One of the best practices of top brands such as Coca-Cola, Nike or American Express is that they make a regular practice of reviewing and renewing their commitment to brand identity ever year. Most companies, especially in the healthcare space, make a big show of developing a brand identity at launch, only to make it the last time they ever think about it again until something goes wrong. It’s 2018! Time to make some New Year’s resolutions about how you can boost your brand’s identity this year.
- Create a sponsorship or movement campaign: brands spend a lot of time thinking about how they look or what they say and often neglect the central means by which a brand experience gets delivered—how they behave. If your brand wished to sponsor a cause, what cause would logically follow given your brand’s identity? It could come in one of two forms: 1. putting money and promotion to build a deeper association between a cause’s equity and that of your own brand; or 2. creating a parallel behavior linked to your brand that’s tapped into the popular psyche. Proctor & Gamble made a huge splash by sponsoring the mother’s of Olympic athletes for the London games in 2012 and earned an estimated $500 million in additional profits. The venture was so successful, they’ve signed up for the next five Olympics. And it doesn’t have to have to be such a huge effort on a global scale. Think Little League, or your Alma matter’s college athletics program, or even the idea of activity for the sake of exercise, like running or swimming. A movement campaign is a bit more complicated but proven to raise both brand value and awareness. Bombas, a new brand of socks, used the social problem of homelessness to tap into consumer’s psyche. Socks are the number one requested clothing item among the homeless, so for every pair they sell, they donate a pair to a homeless shelter. Even something as generic as socks suddenly gains a boost in brand identity, not to mention sales of over 5 million pairs to date.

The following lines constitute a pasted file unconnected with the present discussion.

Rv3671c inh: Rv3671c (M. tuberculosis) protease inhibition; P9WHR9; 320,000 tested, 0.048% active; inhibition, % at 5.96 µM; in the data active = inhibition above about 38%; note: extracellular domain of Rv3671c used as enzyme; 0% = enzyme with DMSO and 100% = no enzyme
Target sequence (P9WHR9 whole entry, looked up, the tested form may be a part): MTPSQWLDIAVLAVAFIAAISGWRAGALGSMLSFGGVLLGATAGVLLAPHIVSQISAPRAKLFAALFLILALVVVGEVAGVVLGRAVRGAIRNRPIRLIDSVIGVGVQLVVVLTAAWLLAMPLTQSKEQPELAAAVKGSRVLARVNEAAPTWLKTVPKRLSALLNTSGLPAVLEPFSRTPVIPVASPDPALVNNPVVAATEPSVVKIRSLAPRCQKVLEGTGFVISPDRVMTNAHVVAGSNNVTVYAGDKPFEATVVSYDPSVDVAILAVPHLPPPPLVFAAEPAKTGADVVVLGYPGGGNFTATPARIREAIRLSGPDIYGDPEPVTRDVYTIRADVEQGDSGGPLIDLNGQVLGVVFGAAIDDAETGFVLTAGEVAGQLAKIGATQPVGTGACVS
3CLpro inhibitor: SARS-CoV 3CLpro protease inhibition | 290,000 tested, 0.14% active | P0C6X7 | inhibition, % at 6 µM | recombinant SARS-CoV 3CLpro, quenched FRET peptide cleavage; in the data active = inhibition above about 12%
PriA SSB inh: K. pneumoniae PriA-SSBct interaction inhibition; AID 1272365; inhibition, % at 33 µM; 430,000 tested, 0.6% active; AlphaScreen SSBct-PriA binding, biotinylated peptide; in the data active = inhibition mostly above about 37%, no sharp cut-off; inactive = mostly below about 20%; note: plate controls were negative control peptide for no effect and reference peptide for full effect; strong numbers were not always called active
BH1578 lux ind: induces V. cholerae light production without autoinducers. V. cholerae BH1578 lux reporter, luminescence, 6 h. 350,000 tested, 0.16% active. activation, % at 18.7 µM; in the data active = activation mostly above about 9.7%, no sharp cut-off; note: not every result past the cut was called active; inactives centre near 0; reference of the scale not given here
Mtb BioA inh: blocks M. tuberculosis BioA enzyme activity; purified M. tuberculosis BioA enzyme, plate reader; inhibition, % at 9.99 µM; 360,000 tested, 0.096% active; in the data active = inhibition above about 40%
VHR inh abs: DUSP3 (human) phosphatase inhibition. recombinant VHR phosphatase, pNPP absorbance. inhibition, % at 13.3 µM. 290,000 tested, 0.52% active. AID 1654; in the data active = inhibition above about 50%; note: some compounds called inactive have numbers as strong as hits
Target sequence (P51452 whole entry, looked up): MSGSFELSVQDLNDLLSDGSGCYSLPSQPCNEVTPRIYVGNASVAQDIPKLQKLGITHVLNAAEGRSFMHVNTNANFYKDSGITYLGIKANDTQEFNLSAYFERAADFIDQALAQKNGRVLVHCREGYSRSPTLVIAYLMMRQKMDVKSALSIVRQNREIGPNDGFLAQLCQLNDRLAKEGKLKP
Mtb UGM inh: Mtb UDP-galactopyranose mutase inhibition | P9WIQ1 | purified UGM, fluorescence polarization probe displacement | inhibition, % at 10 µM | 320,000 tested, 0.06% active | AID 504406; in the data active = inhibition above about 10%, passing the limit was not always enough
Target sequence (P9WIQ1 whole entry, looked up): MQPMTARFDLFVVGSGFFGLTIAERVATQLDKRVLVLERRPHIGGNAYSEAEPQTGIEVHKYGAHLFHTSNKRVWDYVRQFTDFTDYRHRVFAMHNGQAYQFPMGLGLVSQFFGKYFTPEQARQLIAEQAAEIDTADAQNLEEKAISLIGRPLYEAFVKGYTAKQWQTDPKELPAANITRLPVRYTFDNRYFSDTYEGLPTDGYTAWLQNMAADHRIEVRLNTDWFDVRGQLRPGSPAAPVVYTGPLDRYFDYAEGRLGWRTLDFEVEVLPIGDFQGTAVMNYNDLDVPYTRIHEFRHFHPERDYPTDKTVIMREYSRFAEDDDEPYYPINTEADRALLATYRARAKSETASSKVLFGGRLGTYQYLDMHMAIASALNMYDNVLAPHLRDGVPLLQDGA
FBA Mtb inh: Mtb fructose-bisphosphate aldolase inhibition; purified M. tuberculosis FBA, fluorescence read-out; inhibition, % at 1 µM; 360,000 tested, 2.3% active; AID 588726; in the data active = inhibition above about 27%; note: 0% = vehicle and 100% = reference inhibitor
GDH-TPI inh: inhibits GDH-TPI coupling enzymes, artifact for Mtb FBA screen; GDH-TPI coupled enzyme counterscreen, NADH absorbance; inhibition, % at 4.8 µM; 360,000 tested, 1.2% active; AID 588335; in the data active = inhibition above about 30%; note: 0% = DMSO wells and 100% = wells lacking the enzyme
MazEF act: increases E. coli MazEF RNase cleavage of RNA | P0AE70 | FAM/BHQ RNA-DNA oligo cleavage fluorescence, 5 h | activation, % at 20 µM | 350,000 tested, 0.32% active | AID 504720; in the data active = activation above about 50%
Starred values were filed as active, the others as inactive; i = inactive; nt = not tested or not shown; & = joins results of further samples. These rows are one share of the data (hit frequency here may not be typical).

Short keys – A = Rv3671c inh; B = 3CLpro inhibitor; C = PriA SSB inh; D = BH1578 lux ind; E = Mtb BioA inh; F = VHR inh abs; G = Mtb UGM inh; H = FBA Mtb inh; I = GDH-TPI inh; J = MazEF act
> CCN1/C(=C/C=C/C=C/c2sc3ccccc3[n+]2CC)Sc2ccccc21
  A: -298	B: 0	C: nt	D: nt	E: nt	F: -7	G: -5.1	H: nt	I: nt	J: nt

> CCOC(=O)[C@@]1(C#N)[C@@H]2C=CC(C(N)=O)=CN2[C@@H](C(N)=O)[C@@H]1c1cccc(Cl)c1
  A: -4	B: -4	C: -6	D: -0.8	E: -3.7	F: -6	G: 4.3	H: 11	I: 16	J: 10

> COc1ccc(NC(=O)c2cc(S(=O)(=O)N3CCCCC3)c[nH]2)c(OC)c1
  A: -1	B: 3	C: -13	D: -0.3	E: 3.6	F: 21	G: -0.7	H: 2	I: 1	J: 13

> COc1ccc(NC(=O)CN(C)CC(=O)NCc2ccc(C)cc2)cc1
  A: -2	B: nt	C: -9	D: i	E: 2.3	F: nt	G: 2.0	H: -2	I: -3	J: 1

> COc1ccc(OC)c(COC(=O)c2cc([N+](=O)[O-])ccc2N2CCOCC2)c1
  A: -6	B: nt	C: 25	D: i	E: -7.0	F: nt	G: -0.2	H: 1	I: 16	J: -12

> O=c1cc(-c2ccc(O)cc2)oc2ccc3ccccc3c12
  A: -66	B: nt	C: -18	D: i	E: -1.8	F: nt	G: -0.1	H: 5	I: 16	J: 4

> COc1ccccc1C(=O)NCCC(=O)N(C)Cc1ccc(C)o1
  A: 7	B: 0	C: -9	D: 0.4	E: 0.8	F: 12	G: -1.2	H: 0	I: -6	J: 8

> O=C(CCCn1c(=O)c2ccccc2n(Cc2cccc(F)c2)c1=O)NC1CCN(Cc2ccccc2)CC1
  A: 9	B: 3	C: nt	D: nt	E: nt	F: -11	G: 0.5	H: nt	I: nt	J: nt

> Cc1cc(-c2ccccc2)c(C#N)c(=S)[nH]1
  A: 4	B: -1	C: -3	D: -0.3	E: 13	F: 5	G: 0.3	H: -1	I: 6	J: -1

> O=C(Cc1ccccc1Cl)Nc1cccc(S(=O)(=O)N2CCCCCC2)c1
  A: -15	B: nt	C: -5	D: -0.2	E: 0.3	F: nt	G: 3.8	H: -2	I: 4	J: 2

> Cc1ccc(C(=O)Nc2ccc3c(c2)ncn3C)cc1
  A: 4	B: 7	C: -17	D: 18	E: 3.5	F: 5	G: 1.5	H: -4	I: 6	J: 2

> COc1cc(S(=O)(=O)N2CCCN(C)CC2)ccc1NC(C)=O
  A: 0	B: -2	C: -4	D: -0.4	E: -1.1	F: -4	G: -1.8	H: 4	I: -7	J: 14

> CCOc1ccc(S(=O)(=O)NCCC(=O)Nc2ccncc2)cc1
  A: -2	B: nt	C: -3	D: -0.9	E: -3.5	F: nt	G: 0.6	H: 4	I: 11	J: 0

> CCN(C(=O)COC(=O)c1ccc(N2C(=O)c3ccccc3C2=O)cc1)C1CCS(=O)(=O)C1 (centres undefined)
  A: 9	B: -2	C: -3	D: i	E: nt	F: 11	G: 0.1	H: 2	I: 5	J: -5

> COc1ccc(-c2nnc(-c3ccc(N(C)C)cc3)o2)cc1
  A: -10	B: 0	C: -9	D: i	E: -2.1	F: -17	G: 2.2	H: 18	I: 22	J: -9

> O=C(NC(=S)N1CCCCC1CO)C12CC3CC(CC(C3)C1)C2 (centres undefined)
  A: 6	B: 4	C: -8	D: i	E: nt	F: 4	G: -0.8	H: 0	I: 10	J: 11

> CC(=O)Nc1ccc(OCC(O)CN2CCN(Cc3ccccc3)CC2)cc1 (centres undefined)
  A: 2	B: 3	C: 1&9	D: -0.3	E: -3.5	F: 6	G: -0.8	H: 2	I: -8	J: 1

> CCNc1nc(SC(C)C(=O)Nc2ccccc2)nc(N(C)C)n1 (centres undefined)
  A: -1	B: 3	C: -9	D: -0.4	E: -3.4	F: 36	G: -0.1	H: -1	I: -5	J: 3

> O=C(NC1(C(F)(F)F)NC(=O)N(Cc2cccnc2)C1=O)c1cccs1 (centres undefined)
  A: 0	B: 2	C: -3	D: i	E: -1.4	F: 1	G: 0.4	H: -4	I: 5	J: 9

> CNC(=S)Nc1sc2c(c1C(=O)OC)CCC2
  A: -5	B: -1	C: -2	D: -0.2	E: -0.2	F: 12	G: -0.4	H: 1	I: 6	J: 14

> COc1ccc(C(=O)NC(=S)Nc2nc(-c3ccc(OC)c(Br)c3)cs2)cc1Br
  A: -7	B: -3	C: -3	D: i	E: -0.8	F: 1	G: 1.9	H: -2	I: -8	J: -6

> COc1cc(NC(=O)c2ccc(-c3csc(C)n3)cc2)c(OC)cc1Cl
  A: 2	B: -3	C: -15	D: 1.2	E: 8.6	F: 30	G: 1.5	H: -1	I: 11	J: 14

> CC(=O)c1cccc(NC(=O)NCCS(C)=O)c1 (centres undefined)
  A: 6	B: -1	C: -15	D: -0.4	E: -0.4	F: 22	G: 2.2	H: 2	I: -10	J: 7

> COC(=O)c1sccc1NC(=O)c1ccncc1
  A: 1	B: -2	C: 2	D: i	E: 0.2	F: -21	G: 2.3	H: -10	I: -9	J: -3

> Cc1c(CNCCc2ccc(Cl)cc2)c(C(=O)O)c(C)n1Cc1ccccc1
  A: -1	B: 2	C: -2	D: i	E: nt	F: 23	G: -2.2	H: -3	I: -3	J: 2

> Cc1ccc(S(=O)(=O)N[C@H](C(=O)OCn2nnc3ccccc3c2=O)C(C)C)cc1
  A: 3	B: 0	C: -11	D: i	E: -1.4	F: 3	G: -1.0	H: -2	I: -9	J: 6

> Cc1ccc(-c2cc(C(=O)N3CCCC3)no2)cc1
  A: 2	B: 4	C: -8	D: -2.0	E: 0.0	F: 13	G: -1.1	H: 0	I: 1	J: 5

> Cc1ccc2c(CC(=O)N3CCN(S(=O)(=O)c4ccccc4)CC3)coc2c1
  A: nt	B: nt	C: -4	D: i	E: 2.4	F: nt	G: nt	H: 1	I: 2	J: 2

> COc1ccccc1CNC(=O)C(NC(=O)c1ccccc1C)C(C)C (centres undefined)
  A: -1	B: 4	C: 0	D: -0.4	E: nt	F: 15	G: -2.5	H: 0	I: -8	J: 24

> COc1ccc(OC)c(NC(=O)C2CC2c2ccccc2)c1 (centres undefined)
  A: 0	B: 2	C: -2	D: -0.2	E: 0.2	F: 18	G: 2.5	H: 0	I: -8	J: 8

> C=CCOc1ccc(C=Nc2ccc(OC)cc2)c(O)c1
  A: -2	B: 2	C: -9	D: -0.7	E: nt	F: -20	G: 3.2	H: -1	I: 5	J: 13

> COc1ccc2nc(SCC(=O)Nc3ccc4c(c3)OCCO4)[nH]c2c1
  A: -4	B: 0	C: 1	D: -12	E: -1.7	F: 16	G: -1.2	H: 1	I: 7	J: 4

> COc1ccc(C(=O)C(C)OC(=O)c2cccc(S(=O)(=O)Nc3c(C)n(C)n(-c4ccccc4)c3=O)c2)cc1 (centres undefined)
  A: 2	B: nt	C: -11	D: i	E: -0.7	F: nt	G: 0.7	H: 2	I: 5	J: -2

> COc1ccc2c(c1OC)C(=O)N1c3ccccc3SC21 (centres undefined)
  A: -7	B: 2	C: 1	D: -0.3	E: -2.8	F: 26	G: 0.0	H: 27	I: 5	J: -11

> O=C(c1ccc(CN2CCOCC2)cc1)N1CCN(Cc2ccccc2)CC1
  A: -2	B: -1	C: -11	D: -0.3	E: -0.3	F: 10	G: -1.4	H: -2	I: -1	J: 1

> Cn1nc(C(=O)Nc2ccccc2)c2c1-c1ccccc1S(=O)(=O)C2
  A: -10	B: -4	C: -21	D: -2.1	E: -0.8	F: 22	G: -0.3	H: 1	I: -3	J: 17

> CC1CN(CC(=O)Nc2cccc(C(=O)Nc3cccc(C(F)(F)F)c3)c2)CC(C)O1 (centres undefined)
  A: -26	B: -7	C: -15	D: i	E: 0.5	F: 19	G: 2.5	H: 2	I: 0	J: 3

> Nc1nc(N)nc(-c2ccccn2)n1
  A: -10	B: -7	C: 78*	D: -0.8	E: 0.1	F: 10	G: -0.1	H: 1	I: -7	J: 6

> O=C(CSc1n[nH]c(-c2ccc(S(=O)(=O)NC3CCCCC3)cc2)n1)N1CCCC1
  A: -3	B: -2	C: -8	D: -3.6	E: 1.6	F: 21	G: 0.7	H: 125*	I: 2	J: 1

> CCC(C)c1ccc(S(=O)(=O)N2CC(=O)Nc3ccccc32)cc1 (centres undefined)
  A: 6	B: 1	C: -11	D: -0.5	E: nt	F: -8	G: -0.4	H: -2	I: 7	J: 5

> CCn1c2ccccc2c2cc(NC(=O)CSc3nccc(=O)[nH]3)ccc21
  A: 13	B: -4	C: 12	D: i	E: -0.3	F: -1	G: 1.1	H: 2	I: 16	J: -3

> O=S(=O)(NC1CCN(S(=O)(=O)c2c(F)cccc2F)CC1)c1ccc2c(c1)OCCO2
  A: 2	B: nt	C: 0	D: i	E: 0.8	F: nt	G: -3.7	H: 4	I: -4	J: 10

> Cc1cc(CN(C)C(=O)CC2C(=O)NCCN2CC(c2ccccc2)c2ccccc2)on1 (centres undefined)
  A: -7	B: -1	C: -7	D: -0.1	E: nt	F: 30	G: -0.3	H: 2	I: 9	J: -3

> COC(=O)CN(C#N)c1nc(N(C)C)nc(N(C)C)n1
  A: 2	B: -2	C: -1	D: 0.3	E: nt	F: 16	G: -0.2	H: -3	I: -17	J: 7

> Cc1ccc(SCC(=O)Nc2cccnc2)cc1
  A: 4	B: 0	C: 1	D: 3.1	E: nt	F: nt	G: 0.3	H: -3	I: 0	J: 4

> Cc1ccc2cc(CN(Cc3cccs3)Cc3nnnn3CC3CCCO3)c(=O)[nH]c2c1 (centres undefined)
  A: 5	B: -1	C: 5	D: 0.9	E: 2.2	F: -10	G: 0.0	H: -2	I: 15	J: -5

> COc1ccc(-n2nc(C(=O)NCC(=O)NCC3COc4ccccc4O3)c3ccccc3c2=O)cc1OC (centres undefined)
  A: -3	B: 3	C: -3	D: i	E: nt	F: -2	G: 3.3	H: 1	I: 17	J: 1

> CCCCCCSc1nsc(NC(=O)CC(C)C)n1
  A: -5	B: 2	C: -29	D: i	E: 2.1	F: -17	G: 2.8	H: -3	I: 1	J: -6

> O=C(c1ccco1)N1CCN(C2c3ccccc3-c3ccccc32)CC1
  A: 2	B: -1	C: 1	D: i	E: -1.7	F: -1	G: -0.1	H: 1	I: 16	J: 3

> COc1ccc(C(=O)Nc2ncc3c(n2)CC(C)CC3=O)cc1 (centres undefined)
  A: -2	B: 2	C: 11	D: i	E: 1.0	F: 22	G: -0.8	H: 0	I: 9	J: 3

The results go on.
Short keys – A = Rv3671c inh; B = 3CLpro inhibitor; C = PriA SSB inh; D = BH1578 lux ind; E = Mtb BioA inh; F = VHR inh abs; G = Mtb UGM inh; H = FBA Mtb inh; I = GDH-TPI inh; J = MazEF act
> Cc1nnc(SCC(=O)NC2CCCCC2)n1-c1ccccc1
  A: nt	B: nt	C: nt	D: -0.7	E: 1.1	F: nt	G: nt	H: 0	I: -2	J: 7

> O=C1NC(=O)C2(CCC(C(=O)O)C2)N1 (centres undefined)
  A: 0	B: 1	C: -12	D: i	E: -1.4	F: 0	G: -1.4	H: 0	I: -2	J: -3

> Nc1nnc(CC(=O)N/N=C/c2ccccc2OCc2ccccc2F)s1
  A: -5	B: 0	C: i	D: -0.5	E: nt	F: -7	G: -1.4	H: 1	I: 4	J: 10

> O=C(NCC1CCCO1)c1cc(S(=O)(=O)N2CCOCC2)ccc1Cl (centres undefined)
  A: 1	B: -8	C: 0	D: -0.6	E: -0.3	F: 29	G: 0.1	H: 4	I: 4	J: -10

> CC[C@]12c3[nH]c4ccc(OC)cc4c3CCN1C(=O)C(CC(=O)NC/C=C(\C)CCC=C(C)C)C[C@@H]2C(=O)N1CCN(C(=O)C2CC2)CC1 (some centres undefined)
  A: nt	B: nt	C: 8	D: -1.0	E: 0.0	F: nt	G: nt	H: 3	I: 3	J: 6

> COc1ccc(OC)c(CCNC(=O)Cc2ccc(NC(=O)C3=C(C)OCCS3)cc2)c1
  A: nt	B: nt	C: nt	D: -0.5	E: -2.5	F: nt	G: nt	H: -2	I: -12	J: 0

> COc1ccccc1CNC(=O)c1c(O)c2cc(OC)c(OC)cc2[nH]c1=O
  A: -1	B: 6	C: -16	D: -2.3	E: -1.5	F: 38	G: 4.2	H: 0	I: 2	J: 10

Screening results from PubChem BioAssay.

- Survey your audience to learn where your brand stands with them: Most brands do extensive research at launch, and maybe even market research around their advertising campaigns, but preciously little branding research. Branding research differs from standard market research by getting at the “whys” behind your value to customers. Instead of asking how often a brand gets used, or what people like most about your brand, focus instead on your customers. Branding research would ask things like: Our brand is to your life as _______is to_________. Or If you were a superhero, what special powers would our brand give you? The answers to these types of questions paint a vivid picture of exactly how your brand fits into customer’s lives; and more importantly, what is the personality of your brand in their minds. It may turn out to be very different than you think.